Practical implications

If the argument is taken seriously then the focus of education policy would be decisively shifted. There is some evidence of a shift of emphasis towards more intervention and individual attention but achievement differences remain firmly located within schools.

Originality/value

Little attention has been focused on this kind of argument and there has certainly been no attempt to map the variety of and growth in private educational services.

Details

International Journal of Sociology and Social Policy, vol. 30 no. 3/4
Type: Research Article
ISSN: 0144-333X

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Book part
Publication date: 26 August 2019

Poonam Batra

Several countries in South Asia face the challenge of ineffective educational reforms manifest in increasing rates of school failure and poor learning outcomes after…

Abstract

Several countries in South Asia face the challenge of ineffective educational reforms manifest in increasing rates of school failure and poor learning outcomes after embarking along education for all. Critical voices from the South have questioned the relevance and appropriateness of ideas that have shaped these reforms. Narratives from the region tell us that importation of educational concepts and policy orientations have led to the dismantling of existing structures and processes of education, creating new forms of inequities and disadvantage. The sheer scale and diversity of populations within the region poses formidable challenges and opportunities for contextual innovation. The construction of national imaginaries in the diverse societies of South Asia has the potential to provide new discourses to educational reform; going beyond the abstract goals set by disconnected international experts and the institutional processes they represent. This chapter deliberates on the need to establish a persuasive critical perspective that can influence and shape the trajectories of policy and practice, research and theorization, within the field of comparative education in South Asia, and the global south.

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Comparative and International Education: Survey of an Infinite Field
Type: Book
ISBN: 978-1-78743-392-2

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Book part
Publication date: 7 December 2018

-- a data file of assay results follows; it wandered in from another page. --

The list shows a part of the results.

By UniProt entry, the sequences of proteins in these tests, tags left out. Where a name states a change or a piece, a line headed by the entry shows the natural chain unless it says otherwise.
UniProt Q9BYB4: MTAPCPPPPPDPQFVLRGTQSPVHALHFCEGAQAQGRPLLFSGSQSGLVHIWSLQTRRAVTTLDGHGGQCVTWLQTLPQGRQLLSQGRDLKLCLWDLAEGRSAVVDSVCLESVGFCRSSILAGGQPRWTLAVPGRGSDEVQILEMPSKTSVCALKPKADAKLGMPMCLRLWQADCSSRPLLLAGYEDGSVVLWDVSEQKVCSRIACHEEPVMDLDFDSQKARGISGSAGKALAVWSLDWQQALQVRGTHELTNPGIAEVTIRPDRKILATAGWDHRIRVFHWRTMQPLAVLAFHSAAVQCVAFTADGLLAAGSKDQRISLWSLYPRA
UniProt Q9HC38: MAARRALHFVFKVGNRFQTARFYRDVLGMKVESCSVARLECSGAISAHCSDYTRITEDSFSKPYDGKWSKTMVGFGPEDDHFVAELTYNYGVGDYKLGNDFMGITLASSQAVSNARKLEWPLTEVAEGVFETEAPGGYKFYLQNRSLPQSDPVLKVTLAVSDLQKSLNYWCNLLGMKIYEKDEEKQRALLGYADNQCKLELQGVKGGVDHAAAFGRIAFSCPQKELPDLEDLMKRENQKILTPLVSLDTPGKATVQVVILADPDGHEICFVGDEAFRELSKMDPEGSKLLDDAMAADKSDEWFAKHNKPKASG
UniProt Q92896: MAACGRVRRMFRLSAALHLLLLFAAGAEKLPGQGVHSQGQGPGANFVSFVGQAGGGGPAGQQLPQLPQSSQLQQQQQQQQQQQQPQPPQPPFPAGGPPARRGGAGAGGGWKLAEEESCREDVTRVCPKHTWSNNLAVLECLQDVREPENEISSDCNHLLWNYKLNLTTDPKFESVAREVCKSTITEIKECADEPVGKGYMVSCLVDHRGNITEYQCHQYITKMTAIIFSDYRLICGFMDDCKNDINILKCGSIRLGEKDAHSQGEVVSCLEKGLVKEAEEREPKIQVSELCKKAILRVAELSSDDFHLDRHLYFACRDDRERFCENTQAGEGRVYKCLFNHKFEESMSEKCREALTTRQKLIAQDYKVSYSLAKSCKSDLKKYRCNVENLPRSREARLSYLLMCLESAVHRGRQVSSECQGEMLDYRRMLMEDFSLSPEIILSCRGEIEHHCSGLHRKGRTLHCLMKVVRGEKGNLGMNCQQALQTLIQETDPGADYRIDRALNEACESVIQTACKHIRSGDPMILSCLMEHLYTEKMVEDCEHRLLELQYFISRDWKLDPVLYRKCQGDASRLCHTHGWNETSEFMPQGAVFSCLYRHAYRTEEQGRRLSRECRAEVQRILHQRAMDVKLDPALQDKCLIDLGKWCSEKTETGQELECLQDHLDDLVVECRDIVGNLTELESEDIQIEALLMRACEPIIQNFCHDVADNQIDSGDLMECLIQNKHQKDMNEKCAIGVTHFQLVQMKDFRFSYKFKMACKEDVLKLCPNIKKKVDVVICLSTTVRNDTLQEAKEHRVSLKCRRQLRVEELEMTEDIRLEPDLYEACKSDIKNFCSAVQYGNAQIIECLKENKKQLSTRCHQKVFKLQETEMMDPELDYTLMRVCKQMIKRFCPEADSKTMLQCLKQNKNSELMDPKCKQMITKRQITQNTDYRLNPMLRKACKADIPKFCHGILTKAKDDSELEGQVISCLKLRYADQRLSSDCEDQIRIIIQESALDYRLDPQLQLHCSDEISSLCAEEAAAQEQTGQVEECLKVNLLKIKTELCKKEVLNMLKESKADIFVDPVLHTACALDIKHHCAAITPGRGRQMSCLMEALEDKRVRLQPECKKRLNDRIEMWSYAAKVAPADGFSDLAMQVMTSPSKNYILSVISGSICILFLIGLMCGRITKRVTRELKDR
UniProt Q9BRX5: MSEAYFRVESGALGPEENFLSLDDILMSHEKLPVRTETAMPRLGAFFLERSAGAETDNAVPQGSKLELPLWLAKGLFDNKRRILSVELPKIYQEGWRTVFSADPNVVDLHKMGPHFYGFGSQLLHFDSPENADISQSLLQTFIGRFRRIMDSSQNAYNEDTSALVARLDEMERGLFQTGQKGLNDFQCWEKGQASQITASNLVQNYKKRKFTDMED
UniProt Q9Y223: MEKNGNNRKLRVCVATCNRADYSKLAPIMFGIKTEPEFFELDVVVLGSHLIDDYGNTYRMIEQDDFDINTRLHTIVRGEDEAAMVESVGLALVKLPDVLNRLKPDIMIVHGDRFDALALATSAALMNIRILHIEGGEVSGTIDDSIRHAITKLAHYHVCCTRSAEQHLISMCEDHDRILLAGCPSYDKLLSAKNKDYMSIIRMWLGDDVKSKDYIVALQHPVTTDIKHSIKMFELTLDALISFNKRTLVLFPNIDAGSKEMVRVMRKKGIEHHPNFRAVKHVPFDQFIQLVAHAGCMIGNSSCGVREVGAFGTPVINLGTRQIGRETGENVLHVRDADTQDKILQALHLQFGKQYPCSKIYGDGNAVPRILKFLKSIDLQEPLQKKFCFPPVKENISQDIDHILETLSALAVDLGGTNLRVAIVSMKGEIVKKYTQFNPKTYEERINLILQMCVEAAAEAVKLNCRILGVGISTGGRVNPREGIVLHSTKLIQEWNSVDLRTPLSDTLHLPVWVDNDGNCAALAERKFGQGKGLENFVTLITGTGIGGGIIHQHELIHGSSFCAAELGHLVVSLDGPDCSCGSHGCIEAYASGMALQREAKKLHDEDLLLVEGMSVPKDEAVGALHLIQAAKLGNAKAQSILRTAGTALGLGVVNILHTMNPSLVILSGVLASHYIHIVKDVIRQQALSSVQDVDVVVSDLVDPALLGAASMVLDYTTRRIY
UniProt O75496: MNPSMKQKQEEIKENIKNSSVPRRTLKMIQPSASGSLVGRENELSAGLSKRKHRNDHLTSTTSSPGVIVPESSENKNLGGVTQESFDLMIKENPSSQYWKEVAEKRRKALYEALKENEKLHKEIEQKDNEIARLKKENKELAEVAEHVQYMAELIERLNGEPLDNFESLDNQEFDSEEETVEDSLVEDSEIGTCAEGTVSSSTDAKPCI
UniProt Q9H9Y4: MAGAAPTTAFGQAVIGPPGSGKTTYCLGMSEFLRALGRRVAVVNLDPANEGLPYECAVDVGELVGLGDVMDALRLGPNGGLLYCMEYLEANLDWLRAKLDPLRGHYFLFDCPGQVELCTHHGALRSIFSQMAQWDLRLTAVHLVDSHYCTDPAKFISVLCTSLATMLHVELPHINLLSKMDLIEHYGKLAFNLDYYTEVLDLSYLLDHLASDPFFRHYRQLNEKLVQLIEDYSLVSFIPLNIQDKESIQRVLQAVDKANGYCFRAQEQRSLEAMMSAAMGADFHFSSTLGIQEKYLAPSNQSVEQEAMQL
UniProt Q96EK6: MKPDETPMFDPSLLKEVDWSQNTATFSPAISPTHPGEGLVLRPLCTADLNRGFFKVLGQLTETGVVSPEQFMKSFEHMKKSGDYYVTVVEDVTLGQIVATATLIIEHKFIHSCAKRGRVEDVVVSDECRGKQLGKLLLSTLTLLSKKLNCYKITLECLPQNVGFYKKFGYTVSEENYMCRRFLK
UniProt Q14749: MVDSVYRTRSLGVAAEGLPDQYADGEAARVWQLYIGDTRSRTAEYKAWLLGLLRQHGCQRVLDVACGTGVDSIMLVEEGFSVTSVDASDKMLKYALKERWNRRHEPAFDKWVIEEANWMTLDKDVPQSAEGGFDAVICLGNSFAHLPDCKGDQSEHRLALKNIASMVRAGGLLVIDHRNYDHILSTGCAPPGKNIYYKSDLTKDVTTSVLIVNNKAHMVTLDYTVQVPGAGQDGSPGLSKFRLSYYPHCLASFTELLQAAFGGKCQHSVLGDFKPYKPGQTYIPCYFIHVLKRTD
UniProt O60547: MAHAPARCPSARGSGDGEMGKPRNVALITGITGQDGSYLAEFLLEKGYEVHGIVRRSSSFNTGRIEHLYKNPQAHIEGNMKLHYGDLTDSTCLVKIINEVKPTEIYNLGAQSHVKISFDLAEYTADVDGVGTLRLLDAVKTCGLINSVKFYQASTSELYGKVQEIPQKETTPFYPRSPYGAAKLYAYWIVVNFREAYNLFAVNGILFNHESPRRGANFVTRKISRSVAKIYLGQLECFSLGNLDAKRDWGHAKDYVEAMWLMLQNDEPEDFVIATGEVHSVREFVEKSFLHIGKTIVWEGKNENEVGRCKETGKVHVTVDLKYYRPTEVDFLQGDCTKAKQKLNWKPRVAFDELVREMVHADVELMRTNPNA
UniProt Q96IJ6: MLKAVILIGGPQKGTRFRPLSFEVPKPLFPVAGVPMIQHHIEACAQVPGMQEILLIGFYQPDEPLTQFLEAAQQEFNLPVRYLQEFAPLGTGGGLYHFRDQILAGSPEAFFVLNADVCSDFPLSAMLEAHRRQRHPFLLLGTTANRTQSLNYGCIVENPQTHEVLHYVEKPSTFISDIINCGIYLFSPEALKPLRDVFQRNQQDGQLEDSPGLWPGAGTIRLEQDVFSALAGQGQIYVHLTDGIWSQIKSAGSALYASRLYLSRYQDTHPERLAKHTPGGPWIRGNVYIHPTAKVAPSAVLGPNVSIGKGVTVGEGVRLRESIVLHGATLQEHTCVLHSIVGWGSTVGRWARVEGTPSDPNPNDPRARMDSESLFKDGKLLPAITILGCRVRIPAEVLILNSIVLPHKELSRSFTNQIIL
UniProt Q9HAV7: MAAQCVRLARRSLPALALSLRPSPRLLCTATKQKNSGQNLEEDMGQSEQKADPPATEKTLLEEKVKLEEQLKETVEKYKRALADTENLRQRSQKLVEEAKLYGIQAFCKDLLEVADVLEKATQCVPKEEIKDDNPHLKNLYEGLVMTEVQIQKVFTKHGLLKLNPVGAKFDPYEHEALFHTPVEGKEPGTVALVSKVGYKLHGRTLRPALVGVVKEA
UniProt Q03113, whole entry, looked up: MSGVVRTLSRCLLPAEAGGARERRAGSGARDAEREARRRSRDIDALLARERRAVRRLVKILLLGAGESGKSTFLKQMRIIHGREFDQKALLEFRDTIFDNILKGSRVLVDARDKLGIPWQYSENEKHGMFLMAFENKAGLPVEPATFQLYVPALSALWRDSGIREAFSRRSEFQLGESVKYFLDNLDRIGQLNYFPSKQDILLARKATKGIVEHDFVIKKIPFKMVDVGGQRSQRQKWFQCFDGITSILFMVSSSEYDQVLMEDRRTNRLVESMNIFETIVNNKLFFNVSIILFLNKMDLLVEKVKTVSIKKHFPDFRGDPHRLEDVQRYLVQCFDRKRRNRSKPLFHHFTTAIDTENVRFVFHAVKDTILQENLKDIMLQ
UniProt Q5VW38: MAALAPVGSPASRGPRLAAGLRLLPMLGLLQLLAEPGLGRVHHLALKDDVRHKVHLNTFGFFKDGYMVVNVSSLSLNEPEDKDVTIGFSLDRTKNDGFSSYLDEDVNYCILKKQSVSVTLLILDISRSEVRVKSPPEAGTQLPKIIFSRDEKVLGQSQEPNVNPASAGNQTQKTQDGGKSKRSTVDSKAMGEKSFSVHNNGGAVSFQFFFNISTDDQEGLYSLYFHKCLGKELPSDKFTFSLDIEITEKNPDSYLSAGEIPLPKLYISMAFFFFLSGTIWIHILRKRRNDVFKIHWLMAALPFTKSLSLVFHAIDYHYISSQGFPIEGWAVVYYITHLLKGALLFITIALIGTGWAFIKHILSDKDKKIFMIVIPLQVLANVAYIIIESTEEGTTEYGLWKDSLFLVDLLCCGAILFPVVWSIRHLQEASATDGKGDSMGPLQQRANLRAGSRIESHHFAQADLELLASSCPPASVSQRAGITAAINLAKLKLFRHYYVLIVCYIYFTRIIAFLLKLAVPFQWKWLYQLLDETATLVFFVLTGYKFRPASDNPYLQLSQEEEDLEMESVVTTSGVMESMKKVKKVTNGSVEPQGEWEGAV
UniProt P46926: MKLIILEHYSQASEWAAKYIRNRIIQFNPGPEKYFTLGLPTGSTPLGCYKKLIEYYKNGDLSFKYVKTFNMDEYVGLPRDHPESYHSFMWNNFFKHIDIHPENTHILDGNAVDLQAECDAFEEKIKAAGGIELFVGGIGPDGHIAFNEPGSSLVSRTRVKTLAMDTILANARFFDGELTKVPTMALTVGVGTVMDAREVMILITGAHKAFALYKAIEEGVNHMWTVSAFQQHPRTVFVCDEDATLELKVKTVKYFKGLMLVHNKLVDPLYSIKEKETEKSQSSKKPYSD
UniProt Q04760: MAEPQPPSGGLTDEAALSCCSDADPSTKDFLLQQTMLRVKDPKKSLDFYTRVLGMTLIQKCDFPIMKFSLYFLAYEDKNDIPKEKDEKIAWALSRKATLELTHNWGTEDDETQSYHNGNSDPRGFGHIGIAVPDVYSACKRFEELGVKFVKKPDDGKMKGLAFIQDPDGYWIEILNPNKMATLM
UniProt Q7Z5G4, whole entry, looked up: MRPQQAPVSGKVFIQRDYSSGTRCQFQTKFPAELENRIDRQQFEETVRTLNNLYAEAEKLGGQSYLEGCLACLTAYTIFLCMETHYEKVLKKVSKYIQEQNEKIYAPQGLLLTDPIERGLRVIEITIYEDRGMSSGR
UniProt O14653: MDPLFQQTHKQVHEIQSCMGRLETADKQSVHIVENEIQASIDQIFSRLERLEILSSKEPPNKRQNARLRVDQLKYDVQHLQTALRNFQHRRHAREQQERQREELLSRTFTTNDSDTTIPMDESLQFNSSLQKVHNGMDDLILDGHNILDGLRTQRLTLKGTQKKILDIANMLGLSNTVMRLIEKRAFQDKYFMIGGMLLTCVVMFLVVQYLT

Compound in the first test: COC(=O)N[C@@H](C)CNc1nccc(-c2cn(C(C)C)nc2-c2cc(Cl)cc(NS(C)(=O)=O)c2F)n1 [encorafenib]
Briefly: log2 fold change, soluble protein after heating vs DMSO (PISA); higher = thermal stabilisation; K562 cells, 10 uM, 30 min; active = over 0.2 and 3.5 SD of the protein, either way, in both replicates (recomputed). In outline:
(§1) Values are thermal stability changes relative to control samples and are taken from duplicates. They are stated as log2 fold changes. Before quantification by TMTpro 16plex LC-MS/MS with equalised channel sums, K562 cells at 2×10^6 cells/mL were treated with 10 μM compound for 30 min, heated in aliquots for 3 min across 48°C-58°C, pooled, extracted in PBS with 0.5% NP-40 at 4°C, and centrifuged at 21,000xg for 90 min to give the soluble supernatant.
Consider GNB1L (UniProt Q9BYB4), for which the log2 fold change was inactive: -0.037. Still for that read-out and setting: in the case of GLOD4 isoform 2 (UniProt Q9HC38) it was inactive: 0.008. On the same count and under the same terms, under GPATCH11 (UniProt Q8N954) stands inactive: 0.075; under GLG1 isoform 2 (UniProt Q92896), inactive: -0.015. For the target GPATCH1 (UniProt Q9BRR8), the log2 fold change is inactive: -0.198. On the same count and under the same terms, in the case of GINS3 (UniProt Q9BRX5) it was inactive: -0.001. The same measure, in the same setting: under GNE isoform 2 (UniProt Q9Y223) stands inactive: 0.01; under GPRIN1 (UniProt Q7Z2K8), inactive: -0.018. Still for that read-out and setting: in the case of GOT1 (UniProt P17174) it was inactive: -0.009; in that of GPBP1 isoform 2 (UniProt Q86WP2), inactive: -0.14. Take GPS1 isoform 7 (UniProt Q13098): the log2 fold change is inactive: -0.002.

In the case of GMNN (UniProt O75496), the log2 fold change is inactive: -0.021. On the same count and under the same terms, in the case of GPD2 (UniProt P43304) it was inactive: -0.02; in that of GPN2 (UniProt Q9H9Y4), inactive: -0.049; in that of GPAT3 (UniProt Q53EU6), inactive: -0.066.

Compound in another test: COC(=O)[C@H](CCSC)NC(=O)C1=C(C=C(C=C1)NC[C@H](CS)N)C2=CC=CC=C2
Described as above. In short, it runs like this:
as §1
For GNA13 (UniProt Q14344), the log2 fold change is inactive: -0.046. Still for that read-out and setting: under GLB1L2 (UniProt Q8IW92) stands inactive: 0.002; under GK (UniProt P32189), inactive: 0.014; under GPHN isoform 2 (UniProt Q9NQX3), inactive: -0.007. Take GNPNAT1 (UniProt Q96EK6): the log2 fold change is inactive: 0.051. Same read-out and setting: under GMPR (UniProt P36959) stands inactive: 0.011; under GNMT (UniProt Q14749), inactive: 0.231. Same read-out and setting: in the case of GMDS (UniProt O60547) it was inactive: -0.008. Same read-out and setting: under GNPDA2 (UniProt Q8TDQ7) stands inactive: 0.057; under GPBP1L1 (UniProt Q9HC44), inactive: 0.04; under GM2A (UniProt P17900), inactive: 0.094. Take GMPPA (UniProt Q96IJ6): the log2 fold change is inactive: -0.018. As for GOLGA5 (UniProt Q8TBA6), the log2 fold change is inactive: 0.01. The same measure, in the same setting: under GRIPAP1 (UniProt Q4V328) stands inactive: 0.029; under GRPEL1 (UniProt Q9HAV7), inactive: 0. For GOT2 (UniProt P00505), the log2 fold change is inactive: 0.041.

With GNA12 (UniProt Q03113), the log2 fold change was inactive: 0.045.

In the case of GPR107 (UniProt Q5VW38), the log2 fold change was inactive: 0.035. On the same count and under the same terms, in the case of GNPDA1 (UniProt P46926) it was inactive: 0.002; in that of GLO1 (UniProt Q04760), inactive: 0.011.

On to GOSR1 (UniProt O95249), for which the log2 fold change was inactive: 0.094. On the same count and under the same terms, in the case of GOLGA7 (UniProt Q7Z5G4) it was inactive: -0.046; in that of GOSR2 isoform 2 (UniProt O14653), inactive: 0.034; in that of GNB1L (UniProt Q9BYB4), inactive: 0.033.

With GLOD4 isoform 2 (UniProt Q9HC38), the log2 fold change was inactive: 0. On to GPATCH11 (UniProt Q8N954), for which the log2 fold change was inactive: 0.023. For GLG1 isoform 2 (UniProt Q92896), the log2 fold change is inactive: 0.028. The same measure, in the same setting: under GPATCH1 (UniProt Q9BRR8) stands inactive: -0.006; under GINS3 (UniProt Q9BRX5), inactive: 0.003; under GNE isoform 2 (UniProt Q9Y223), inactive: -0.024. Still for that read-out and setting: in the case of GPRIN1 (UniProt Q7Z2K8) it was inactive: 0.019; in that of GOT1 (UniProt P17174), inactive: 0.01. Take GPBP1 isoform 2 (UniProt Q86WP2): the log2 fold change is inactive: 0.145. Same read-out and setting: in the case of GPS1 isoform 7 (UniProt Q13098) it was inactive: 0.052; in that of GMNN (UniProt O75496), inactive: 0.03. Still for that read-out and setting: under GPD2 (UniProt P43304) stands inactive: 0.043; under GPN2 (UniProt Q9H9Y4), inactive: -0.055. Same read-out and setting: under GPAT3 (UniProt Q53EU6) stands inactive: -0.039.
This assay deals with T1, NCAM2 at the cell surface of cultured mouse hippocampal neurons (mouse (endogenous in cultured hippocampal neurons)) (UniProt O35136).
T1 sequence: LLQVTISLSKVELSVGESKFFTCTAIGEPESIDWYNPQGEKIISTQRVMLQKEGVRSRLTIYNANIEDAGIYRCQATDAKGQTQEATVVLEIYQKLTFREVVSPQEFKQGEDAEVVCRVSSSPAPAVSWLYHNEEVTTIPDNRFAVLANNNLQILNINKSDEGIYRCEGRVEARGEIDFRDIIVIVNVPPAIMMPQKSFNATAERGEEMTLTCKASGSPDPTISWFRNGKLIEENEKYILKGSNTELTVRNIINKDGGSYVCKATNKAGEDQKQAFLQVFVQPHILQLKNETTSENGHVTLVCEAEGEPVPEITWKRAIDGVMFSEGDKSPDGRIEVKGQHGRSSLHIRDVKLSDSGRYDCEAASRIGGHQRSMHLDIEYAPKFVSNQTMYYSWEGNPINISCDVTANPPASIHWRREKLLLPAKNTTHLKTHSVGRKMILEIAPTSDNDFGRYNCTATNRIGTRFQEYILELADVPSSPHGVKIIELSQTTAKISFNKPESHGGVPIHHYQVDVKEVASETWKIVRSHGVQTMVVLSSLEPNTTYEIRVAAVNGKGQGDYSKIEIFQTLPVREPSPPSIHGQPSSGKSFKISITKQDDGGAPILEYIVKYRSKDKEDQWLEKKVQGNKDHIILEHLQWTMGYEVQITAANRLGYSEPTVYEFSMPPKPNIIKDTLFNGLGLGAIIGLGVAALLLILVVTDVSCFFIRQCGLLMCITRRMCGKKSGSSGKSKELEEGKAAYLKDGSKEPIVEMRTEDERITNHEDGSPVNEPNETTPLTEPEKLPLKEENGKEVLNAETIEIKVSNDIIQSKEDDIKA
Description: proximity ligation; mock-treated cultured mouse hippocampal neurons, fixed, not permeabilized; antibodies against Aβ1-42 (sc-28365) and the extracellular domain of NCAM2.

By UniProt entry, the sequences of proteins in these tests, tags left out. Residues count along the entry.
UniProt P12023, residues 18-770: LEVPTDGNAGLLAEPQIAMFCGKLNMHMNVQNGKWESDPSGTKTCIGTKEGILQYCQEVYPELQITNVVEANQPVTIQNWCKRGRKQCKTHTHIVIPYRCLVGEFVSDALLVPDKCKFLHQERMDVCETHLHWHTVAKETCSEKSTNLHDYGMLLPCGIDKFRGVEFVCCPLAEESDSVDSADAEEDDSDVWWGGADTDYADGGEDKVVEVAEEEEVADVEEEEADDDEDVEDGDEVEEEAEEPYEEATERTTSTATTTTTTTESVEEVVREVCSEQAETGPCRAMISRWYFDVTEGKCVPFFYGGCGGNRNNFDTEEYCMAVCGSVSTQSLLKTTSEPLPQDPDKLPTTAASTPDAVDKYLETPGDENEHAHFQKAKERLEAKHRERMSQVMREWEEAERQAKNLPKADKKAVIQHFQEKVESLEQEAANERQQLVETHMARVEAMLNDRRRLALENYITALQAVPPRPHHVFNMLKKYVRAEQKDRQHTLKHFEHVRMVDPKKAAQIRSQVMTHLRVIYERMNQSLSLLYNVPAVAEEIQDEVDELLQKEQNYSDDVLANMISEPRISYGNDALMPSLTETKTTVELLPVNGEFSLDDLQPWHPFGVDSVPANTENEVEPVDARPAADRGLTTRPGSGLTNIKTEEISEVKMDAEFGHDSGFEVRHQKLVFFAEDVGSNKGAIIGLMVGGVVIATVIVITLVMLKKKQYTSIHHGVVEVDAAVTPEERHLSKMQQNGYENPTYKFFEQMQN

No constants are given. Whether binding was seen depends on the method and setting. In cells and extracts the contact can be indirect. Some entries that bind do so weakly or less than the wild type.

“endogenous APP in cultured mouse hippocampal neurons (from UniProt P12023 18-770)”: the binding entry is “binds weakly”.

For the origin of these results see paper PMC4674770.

Khalid Arar and Alison Taysum

This chapter identifies that distributed leadership is about sharing power for political pluralism. Distributed leadership has a comprehensive commitment to bringing…

Abstract

This chapter identifies that distributed leadership is about sharing power for political pluralism. Distributed leadership has a comprehensive commitment to bringing different groups with different interests, different languages and dialects, different knowledge bases, different metaphysical knowledge and different religions, or no religion, together through provisional agreement on key principals of political pluralism. Marginalised groups may not feel like they belong and may be vulnerable to ideologies that give them a sense of being disconnected from community. Such a position stands as a barrier to political pluralism and shared world views. The situation might be ignored in schools because developing political liberalism through participatory, evidence-informed leadership that is logical, moral and ethical requires time, and agents need to be prepared for such identity work. However, the problem cannot be ignored if community members seek to belong with risky gangs, and are vulnerable to radicalisation, which is very dangerous for them and for their communities. Empowering others may be achieved by developing their capability to ask good questions, and apply collaborative critical thinking for solving social and personal problems. Such empowerment requires shifts from hierarchical teaching of standardised knowledge that is right or wrong to doing the right thing as mature citizens in becoming. The chapter also identifies that it cannot be assumed that leaders are willing or able to distribute leadership, or that doing so would be a panacea for navigating the turbulence faced by their schools to empower societal innovators for equity and renewal. Rather, we concur with Leithwood et al. (2008) who advocate for a thoughtful and purposeful approach to developing leadership for school improvement.

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Turbulence, Empowerment and Marginalisation in International Education Governance Systems
Type: Book
ISBN: 978-1-78754-675-2

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Article
Publication date: 8 February 2021